Below we give insight on elementary and high school teacher salaries, and their respective job descriptions.
High-school students are at a critical point in their lives as they learn lessons and make decisions that can affect their future. Each individual, from intimidated freshman to college-hunting senior, faces unique challenges that require guidance and support. Effective high school teachers do more than teach academic lessons. They impart knowledge that will prepare pupils to enter higher education and, eventually, the job market.
Most high school teachers specialize in one subject area and teach several classes within that subject to multiple grade levels each day. A math teacher, for example, may teach algebra, geometry and calculus. High schools generally separate students according to their abilities, so teachers may need to alter their courses based on their pupils’ understanding of the subject.
During the day, high school teachers are responsible for teaching their classes as well as assessing students’ abilities, strengths and weaknesses; working with students and challenging them to develop strengths while addressing areas in which the students need greater understanding; preparing students for state-mandated standardized tests; developing and enforcing class rules; and supervising groups in outside-the-classroom activities such as detention or recess.
Most teachers’ responsibilities keep them busy long after the school day ends. They also plan lessons, grade tests and other assignments, meet with colleagues, and communicate with parents about their children’s progress. Some teachers also take on extra classes outside their area of expertise, such as art or music.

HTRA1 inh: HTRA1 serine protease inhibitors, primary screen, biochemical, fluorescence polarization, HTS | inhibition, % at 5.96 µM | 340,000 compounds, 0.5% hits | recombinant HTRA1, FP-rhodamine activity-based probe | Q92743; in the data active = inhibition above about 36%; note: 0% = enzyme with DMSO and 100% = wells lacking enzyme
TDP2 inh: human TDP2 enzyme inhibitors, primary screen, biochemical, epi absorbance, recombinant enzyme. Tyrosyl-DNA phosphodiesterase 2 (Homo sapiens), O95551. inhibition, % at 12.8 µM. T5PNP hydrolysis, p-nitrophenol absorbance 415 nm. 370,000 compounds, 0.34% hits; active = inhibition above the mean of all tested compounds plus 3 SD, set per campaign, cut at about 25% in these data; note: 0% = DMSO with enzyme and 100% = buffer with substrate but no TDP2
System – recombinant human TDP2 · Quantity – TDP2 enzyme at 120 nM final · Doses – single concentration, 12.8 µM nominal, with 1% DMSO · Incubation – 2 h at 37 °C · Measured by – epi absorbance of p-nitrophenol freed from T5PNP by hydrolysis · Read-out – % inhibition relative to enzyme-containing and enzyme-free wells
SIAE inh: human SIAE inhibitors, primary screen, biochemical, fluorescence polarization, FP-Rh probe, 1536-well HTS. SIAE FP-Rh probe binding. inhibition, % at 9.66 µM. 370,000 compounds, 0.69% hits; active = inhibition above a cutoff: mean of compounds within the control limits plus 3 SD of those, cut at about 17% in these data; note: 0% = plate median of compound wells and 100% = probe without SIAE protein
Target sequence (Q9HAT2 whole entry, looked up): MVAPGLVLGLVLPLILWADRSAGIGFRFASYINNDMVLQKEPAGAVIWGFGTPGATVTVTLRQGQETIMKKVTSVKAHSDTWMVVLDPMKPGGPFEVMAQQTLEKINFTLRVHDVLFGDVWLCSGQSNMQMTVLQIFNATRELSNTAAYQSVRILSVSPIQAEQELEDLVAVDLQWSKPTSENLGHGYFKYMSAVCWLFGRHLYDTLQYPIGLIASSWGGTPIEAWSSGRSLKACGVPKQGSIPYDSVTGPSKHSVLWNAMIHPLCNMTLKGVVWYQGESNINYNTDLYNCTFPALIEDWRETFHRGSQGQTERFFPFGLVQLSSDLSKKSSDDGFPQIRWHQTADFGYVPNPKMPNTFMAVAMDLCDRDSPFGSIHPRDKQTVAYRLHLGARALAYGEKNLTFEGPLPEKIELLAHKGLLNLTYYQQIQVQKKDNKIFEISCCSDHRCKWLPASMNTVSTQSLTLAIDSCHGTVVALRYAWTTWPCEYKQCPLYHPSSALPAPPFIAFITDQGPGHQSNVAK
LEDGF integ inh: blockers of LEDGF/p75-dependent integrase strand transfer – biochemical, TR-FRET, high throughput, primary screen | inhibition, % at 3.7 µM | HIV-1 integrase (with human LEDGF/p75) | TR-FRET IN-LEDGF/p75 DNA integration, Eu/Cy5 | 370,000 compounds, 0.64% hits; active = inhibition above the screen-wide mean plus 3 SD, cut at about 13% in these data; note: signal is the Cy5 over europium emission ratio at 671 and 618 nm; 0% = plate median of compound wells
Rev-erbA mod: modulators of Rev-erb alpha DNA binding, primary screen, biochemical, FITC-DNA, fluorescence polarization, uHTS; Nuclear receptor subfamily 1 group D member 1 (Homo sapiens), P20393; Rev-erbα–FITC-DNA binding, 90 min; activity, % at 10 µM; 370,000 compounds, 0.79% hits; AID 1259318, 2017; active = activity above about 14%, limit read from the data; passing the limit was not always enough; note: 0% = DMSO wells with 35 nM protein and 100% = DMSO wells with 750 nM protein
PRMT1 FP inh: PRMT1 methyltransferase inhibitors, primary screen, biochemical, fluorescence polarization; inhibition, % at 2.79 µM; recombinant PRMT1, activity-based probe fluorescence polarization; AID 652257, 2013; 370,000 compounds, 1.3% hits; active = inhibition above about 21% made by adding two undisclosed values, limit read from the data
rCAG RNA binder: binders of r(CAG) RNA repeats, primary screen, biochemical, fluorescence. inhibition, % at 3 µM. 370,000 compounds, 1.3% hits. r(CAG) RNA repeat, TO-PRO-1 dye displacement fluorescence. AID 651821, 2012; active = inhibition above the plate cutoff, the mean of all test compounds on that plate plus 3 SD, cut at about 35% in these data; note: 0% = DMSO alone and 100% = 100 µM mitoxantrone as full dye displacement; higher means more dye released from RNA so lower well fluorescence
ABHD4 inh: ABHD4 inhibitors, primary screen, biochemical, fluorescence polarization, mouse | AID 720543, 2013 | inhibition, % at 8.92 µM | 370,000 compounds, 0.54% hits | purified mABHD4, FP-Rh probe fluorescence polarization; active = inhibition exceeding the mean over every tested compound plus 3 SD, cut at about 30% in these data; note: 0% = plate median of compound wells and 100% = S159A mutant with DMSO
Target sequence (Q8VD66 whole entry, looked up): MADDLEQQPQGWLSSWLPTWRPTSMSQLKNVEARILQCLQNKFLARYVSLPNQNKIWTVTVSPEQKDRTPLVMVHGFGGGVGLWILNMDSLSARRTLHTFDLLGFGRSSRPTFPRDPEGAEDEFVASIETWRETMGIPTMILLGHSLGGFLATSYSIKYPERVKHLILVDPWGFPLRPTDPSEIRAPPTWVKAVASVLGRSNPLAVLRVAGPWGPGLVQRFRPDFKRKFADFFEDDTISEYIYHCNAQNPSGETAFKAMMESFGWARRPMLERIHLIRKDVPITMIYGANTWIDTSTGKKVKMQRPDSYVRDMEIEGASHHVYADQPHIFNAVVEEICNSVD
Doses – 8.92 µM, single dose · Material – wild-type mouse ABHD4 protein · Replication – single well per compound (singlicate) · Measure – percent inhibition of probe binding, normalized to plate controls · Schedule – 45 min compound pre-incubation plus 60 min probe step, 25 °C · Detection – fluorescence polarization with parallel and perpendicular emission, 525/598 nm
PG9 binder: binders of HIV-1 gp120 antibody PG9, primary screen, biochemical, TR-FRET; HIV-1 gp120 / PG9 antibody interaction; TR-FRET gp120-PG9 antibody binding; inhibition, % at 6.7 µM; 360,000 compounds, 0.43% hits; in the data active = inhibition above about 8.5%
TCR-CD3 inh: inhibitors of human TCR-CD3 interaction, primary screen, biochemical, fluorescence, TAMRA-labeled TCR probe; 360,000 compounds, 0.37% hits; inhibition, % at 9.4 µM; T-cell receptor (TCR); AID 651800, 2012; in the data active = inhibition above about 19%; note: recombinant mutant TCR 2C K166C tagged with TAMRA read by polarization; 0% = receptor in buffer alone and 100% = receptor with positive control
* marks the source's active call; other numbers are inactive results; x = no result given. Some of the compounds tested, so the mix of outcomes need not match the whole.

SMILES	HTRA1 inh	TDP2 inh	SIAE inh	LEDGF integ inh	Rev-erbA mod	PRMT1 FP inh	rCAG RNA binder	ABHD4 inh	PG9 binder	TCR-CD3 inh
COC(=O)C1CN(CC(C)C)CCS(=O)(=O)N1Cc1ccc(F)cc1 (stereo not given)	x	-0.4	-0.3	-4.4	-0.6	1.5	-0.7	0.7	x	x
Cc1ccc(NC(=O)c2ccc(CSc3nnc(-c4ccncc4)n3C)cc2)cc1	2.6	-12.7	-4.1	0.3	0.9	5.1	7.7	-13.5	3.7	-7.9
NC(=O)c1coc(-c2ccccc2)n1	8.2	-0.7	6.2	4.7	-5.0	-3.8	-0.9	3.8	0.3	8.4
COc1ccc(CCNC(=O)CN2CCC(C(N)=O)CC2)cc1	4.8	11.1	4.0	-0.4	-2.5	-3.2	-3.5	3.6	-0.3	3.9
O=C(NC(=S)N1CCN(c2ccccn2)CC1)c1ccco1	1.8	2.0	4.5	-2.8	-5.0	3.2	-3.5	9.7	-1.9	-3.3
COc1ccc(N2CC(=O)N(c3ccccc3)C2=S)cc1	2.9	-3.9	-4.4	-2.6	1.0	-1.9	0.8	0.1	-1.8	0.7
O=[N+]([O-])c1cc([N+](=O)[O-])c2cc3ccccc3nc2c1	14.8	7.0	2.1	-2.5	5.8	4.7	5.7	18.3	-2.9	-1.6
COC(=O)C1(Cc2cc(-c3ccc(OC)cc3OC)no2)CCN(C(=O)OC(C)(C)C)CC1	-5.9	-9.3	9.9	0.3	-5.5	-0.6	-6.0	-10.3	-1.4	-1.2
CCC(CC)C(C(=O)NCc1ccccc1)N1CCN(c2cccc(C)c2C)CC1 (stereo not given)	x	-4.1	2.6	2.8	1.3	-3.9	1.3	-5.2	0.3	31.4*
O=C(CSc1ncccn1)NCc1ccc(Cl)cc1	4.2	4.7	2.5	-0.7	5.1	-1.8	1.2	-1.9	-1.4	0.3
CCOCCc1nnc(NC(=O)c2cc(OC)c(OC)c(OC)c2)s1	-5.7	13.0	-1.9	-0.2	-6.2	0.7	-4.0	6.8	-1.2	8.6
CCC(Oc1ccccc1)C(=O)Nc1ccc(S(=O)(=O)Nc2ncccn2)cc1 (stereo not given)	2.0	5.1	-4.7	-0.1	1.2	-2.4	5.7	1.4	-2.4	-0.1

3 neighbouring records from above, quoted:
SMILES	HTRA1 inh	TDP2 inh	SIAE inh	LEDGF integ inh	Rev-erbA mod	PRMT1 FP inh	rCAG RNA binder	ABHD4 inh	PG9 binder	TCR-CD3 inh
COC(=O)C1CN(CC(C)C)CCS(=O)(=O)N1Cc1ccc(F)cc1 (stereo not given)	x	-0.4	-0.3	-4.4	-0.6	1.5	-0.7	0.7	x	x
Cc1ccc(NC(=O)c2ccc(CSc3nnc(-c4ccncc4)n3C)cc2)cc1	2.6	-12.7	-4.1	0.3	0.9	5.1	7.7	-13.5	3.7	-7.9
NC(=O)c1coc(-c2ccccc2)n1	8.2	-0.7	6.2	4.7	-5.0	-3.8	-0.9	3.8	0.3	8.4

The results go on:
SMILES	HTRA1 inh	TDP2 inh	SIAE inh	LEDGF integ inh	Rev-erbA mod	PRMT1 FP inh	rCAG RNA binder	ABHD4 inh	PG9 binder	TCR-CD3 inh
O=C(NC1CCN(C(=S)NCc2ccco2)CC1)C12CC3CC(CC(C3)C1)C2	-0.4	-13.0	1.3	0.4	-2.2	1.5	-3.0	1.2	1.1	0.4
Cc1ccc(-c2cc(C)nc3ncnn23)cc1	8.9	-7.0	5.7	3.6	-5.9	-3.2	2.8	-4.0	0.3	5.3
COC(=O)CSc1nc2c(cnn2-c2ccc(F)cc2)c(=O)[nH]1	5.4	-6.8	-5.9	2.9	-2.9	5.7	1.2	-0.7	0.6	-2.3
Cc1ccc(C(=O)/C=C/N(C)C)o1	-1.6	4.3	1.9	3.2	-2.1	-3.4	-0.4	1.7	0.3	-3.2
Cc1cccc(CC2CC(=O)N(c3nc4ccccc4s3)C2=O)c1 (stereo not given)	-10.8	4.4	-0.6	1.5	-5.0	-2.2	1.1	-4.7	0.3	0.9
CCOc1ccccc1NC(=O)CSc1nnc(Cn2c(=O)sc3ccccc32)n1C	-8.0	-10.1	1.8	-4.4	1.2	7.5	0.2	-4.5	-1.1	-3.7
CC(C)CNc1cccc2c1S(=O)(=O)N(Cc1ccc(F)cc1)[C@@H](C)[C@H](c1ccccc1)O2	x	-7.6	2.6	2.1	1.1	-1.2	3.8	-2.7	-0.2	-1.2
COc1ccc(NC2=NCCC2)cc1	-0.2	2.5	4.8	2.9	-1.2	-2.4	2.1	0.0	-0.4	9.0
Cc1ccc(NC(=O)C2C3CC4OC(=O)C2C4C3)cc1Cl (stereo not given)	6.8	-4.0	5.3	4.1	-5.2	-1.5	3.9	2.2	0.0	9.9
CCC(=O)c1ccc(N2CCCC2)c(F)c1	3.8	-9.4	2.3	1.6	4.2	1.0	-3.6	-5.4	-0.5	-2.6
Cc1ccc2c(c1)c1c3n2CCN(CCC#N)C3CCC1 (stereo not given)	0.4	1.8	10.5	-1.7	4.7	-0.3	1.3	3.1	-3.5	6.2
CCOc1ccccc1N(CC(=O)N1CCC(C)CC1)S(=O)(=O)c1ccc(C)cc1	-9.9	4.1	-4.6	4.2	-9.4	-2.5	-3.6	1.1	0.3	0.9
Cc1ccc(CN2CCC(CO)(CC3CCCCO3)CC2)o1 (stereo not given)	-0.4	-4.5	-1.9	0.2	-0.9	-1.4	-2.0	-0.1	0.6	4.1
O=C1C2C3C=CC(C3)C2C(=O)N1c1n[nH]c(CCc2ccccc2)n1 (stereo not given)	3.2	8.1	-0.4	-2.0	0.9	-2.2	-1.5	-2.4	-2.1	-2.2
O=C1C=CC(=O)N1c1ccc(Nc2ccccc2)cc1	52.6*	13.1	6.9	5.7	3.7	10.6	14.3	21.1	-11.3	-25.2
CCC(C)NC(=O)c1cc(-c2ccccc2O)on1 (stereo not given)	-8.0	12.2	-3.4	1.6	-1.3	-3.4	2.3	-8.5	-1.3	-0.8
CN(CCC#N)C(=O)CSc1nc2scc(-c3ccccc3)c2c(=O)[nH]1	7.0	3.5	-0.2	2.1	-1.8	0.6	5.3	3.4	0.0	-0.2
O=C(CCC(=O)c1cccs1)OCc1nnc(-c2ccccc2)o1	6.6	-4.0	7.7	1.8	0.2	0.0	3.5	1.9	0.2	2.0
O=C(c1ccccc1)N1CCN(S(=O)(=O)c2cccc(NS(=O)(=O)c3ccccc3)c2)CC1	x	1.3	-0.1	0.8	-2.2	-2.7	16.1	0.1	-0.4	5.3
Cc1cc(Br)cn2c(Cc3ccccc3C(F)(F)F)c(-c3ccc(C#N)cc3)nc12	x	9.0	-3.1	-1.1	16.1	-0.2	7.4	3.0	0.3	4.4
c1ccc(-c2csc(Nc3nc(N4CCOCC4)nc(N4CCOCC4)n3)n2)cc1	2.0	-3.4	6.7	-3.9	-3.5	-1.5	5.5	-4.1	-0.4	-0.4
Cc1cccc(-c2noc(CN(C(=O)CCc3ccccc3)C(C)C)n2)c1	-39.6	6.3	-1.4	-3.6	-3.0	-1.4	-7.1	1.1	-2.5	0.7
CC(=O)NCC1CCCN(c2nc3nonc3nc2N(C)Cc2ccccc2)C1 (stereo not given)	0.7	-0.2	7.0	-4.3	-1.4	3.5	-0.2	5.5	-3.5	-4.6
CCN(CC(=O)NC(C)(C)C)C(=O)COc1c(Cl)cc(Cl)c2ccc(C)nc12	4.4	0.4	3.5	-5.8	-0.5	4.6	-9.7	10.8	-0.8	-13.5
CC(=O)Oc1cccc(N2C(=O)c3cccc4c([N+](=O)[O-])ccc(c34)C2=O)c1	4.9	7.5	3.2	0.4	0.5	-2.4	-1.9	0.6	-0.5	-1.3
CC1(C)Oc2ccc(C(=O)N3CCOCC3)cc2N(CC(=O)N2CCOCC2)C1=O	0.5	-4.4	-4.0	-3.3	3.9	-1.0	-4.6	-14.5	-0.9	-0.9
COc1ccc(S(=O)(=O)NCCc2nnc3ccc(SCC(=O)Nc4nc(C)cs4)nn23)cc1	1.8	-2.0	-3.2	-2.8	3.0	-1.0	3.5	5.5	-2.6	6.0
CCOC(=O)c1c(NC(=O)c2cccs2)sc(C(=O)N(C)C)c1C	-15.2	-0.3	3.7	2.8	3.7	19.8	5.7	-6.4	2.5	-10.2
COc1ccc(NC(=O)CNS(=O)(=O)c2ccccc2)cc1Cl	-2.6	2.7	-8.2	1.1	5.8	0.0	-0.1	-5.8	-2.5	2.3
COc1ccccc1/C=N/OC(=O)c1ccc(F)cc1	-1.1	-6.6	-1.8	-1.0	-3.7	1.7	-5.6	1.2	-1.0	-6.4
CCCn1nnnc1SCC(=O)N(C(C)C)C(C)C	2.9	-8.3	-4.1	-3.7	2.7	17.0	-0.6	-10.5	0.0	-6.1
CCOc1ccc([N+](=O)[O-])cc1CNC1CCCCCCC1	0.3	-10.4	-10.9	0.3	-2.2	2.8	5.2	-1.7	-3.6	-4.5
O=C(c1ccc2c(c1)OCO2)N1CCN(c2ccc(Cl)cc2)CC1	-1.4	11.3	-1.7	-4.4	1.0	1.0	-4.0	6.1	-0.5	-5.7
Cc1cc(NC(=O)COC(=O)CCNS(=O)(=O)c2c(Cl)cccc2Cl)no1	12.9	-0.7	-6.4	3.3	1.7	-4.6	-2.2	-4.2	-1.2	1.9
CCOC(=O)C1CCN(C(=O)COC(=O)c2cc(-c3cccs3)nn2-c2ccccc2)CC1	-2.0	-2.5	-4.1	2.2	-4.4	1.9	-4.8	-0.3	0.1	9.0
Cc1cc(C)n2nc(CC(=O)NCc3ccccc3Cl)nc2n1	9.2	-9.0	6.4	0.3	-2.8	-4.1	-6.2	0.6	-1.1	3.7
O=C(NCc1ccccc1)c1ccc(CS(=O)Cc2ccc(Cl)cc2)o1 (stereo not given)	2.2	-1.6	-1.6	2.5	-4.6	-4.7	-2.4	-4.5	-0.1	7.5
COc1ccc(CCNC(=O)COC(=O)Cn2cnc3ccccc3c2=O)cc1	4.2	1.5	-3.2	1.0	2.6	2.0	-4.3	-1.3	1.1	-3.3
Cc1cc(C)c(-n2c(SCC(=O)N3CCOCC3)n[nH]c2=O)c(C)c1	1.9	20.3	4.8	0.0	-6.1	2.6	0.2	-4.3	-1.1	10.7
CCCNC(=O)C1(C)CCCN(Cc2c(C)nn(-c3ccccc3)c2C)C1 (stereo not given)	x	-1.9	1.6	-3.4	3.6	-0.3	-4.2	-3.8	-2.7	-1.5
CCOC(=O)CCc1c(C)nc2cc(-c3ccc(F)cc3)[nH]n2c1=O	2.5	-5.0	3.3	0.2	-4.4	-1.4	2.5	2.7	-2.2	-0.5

According to data from the U.S. Bureau of Labor Statistics, overall expectations for job growth are positive with employment predicted to increase by 6% from 2012 through 2022. The slight growth is primarily due to lower student-to-teacher ratios and increases in student enrollment. The bureau notes that job growth will vary according to region.
As the student-to-teacher ratio goes down, each teacher will have fewer students. This will prompt a greater demand for teachers in order to keep class sizes the same. The number of high school students is expected to increase over the same time period, and that growth will further generate demand for teachers to instruct additional classes.
The bureau reports a median annual wage of $55,050 for high school teachers in May 2012. The lowest 10% of instructors earned less than $36,930; the upper 10% earned at least $85,690. Many work 10 months of the year with a two-month summer break. School day hours vary according to institution.
Salaries vary by region and are affected by other factors such as educational level. Job seekers are encouraged to do their own research in order to determine individual salary expectations.
All states require high school teachers to hold a bachelor’s degree. Some states also require a master’s degree. Public school teachers must also have a state-issued license or certification. The certification process varies from state to state. Some common components include completing supervised teaching hours, maintaining a minimum GPA, and passing a general teaching certification test, in addition to a test that confirms expertise in a chosen subject area. Visit teach.org to learn more about individual state requirements.
Many instructors major in a specific subject area, an increasingly popular requirement across many states, while also participating in a higher education teacher preparation program and completing courses in child psychology and education.
Private school teachers don’t have to meet state requirements and do not have to be licensed. However, most private institutions also employ teachers who have attained a bachelor’s degree in a specific subject.
Kindergarten and elementary school teachers are responsible for giving their young students a strong foundation for future schooling by educating them in basic subjects such as reading and math.
Kindergarten and elementary school teachers help students learn and apply important concepts that they will use throughout middle school, high school and college. This involves planning lessons for core subjects such as reading, science and math, as well as for key skills such as studying and communicating with others. Teachers may convey these lessons to an entire class of students or work with them in smaller groups.